With the UK Government and the BBC moving to remove TikTok from their devices, the rumour mill continues to spin around whether the platform will be banned altogether in the UK and US.
Andrew Stephenson the Director of Marketing EMEA & India at enterprise customer data platform, Treasure Data asks what this means for retail advertising and ecommerce?
Long-term investment in TikTok as a channel once felt like a no-brainer, as current projections forecast there will be as many as 15 million UK TikTok users by 2025. However, retail marketers must now keep their ears to the ground as they put contingency plans in place for a post-TikTok Britain. In uncertain times, marketers will need all the insight they can get.
To help navigate these waters, Andrew suggests:
- Don’t expect one platform to do the work for you – even the prospect of TikTok’s demise will remind retailers of the inherent risks that comes with over-investment in any one platform. The proliferation of retail media networks – as well as the growing prevalence of shopper marketing – is a lesson to all brands, that collecting and leaning on first party data is the best way to stay on top of evolving consumer trends.
- Gone but not forgotten? Whilst TikTok’s downfall could be imminent, the trends that began there will endure for years to come. New influencer communities, branded hashtag challenges, live selling and #TikTokMadeMeBuyIt are all part of the beginning – whether it be live commerce or the power of the influencer marketing, retailers must remain experimental as they carry with them the lessons of the TikTok era.
- Life will go on – the end of TikTok in the UK and US may or may not be looming, but it’s only a matter of time until the next-best-thing pops up. In the meantime, it’s crucial that retail marketers draw as much insight as they can out of consumer behaviour data, as they look to predict what the next TikTok may look like.
Taking a more prosaic view, I think that it’s unlikely that we will see a blanket TikTok ban in the UK. However when employees of government and other large organisations block the use of the platform on business devices it will have an impact. For the average consumer however, once hooked on TikTok they are unlikely to care as much about their personal data as perhaps they should. It’s hard to desert a platform once you’re addicted to it, but marketeers should still bear in mind that platforms come and go at a relatively fast rate in today’s fast moving world.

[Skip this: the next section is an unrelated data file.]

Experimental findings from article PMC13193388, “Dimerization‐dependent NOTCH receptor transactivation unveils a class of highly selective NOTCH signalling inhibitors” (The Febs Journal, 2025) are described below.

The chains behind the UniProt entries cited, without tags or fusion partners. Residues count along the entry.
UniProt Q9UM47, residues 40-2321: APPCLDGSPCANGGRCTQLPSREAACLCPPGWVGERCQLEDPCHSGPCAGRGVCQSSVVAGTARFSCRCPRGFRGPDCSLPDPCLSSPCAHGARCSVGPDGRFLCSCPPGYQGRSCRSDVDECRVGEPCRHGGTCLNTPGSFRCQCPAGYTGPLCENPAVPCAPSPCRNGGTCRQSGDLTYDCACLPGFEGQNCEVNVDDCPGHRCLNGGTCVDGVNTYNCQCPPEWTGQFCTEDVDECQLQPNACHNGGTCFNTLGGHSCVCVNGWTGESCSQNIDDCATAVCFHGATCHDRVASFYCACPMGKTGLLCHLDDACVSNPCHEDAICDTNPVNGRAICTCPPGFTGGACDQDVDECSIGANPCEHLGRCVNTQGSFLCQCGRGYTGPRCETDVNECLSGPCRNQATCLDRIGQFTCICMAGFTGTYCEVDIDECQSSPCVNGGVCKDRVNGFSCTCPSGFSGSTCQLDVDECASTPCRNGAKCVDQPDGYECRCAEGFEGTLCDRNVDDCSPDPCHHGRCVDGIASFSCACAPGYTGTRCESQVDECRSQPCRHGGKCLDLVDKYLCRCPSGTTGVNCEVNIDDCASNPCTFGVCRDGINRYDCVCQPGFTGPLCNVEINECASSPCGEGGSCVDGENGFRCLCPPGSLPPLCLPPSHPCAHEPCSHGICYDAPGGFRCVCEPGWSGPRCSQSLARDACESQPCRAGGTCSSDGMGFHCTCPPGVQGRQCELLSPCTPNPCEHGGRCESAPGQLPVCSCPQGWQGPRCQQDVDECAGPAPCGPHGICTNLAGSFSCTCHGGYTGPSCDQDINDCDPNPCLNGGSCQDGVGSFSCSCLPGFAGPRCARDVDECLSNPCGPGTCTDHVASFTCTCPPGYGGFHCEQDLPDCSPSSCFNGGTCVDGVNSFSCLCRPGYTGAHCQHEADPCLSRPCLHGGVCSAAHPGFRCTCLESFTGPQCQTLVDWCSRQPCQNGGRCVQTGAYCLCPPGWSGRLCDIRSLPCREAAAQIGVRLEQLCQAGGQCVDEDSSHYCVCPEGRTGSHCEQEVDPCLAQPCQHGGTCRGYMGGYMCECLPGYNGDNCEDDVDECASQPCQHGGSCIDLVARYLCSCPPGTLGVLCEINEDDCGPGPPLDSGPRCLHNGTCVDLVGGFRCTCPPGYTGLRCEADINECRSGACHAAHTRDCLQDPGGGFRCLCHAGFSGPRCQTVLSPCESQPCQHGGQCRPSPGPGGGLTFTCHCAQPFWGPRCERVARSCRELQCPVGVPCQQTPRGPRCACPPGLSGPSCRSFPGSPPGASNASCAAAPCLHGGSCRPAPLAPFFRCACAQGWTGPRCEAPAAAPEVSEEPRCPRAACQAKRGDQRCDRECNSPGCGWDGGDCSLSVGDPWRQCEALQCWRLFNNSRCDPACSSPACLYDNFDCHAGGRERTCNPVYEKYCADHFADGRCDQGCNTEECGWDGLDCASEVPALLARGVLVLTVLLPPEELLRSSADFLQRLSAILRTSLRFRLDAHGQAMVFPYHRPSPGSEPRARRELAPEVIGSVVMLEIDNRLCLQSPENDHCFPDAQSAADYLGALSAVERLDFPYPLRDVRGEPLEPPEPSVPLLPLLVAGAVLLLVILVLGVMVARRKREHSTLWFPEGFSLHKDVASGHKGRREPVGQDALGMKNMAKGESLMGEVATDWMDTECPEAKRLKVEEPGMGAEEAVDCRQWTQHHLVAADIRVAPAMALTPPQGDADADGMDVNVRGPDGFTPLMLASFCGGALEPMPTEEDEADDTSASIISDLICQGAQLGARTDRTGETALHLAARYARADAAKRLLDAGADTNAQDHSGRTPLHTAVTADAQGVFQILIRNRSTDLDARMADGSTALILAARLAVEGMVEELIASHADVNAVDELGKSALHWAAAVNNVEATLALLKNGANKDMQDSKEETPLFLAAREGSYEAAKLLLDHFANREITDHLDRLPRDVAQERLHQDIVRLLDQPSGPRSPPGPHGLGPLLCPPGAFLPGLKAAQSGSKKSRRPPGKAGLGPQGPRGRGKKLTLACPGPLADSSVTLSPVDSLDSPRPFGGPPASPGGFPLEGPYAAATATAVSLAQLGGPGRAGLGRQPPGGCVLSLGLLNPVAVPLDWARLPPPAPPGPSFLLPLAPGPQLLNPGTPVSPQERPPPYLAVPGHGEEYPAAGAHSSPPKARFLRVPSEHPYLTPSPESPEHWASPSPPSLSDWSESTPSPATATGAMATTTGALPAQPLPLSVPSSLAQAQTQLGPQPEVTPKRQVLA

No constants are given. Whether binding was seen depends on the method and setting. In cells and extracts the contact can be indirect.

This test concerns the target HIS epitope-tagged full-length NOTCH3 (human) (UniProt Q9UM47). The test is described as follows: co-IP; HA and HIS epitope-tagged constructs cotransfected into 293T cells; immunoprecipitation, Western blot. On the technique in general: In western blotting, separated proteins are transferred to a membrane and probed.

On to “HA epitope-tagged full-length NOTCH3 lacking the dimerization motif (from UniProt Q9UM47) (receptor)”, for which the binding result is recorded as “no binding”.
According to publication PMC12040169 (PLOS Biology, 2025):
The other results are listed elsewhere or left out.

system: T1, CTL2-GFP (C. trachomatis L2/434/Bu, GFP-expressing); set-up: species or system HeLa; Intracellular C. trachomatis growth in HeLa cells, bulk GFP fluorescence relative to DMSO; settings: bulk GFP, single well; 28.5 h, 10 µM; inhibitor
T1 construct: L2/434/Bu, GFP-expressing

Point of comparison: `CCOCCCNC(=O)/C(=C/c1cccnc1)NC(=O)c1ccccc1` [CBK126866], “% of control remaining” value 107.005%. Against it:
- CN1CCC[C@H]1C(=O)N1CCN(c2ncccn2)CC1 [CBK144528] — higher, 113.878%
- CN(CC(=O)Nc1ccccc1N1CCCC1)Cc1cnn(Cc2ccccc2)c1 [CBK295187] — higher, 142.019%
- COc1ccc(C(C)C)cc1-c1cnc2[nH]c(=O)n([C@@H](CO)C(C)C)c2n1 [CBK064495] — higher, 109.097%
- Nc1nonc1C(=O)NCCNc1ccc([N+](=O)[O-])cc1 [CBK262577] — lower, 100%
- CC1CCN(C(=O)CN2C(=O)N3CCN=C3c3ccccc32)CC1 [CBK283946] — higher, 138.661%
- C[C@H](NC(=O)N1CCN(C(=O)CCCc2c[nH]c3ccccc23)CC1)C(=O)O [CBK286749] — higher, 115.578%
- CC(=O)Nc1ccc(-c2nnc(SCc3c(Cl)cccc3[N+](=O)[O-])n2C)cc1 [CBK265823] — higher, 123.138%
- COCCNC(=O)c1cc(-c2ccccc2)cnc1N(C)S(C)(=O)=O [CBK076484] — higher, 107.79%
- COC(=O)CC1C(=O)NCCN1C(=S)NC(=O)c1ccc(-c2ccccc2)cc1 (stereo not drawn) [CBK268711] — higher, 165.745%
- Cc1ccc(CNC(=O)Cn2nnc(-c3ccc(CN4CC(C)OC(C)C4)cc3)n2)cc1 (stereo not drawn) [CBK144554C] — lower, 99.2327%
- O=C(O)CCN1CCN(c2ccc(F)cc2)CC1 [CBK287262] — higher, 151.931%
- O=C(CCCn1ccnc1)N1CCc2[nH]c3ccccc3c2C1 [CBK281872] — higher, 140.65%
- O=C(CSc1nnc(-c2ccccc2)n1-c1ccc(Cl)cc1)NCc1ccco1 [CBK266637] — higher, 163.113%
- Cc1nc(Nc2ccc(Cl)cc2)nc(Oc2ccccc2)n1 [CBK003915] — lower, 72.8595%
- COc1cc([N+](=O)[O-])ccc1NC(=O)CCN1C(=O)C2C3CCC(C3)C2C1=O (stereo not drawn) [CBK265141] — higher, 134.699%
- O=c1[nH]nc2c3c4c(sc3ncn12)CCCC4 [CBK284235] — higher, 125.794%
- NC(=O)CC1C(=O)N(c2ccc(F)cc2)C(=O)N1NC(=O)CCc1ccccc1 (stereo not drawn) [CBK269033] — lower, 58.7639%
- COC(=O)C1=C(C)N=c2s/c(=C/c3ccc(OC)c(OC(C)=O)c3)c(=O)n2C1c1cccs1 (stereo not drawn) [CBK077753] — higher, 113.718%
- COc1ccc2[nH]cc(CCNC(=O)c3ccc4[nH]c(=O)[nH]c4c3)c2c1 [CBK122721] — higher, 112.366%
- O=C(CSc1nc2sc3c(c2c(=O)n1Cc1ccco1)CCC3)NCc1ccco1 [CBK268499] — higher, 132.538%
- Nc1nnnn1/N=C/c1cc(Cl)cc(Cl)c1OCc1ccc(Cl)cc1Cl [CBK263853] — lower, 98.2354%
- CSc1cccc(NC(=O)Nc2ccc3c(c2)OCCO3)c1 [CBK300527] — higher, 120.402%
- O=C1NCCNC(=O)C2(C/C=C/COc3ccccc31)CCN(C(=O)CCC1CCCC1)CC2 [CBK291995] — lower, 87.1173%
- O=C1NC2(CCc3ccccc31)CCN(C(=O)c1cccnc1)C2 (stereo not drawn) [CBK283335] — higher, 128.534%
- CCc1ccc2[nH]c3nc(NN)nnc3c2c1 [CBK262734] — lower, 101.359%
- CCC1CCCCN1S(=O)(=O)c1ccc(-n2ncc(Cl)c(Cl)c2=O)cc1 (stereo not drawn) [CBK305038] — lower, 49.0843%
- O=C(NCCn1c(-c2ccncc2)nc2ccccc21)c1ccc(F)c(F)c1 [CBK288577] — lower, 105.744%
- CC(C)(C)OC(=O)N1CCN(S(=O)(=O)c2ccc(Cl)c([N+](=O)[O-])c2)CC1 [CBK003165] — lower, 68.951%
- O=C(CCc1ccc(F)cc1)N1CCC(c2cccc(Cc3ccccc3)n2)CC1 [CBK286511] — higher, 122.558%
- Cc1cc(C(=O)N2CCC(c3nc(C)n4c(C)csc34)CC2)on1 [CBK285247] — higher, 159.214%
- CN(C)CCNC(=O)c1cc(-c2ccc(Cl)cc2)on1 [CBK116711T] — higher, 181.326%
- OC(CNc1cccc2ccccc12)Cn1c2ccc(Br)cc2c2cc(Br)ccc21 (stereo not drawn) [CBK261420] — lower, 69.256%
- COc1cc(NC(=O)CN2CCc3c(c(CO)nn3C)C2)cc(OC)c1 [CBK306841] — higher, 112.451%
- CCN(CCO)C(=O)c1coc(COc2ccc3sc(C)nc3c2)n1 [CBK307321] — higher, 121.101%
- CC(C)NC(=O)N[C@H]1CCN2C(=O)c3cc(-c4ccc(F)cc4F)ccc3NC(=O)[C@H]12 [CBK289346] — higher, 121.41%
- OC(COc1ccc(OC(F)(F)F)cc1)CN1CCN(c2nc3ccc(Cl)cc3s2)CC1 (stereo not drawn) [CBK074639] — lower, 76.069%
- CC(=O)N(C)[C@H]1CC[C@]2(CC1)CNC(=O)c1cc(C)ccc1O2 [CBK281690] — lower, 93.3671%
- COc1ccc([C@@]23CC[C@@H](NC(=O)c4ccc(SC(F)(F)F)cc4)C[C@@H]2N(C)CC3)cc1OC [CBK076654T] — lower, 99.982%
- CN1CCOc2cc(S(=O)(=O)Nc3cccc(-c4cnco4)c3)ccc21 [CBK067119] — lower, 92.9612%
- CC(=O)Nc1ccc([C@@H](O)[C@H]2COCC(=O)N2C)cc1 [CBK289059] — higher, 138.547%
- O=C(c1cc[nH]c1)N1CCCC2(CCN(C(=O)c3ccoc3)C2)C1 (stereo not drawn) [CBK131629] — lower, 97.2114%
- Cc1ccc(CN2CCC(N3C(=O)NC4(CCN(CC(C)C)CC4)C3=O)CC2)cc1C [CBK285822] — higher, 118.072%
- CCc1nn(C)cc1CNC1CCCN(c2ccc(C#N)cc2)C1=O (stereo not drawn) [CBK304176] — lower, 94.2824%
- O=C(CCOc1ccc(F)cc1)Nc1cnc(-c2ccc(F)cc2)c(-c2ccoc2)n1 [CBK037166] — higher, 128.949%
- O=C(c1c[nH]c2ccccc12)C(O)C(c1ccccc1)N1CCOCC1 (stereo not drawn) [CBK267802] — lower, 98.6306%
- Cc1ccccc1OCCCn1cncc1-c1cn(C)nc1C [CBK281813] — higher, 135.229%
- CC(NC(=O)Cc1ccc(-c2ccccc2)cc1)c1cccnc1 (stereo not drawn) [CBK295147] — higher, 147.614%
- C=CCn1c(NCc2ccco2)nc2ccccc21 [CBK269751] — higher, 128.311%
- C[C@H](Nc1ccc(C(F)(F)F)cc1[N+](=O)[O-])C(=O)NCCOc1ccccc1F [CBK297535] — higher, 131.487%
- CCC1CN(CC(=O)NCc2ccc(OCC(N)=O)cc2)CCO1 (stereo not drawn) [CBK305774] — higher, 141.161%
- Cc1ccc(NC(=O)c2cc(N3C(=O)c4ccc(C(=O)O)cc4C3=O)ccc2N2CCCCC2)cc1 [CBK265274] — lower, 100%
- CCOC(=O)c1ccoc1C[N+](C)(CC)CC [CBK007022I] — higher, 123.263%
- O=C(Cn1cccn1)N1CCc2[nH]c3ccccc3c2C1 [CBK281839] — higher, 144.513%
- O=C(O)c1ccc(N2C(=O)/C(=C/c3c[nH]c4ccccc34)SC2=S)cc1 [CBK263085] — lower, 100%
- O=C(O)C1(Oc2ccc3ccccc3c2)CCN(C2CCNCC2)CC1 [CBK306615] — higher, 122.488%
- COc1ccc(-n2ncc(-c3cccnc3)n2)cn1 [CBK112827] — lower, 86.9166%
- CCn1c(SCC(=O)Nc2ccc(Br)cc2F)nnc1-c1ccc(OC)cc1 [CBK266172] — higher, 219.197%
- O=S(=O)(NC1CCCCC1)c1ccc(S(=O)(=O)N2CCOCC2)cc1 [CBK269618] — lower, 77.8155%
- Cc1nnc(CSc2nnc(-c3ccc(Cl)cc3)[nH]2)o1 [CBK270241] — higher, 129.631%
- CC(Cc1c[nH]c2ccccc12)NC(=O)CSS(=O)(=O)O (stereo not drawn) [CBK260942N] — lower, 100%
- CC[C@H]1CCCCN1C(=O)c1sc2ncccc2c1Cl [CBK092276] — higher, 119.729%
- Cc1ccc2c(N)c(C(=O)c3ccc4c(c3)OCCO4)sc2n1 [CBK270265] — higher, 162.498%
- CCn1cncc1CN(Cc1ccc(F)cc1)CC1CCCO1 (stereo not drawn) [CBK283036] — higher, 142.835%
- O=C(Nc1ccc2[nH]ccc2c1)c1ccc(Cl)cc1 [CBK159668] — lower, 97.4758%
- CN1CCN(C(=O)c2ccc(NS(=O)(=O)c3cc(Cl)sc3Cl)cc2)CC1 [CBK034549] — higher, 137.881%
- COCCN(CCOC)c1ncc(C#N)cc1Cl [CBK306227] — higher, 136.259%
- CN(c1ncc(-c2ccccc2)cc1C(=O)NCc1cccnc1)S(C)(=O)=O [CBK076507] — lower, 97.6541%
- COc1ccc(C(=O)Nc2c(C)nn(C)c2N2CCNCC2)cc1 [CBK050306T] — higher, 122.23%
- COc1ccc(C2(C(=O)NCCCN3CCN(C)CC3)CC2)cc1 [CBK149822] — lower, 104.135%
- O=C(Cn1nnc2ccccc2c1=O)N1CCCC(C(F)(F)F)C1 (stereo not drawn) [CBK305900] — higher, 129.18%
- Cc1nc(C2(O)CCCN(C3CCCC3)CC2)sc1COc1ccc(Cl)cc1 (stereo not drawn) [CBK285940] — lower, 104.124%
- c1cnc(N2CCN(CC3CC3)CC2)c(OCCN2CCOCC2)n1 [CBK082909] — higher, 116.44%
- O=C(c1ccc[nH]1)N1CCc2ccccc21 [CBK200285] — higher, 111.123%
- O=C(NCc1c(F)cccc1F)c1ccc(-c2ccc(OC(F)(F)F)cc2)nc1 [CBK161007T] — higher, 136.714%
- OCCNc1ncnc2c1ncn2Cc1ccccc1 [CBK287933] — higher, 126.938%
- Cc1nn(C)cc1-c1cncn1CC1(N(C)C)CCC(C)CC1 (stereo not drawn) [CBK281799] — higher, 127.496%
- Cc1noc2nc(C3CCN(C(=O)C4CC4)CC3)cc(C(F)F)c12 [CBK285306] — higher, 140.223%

Take Skype for example, I can remember a time when Skype was the go to communications tool, but it’s been usurped by the likes of WhatsApp and Messenger for day to day usage with Zoom, Meet and Teams for group calls. Having once been an almost daily tool I personally used, I can’t even remember the last time I had a Skype call.
And we should never forget the fall of Yahoo! from what was once my chosen portal to the Internet to almost total irrelevancy in today’s world. Internauts from GenZ age probably don’t even know what Yahoo! is.
Drawing on lessons from marketplace selling, the message is clear that you shouldn’t have all your eggs in one basket and you should be ready to pivot to new social and entertainment platforms as consumers change their preferences. TikTok is currently a brilliant marketing tool and likely to remain so in the years ahead, but we still don’t know what the next big thing will be.
Well once again you write an article about TikTok without even a mention of China, the CCP or Chairman Xi. Maybe you need to educate yourself on China’s methods of psychological warfare and the true purpose of this platform. I for one hope it is banned.
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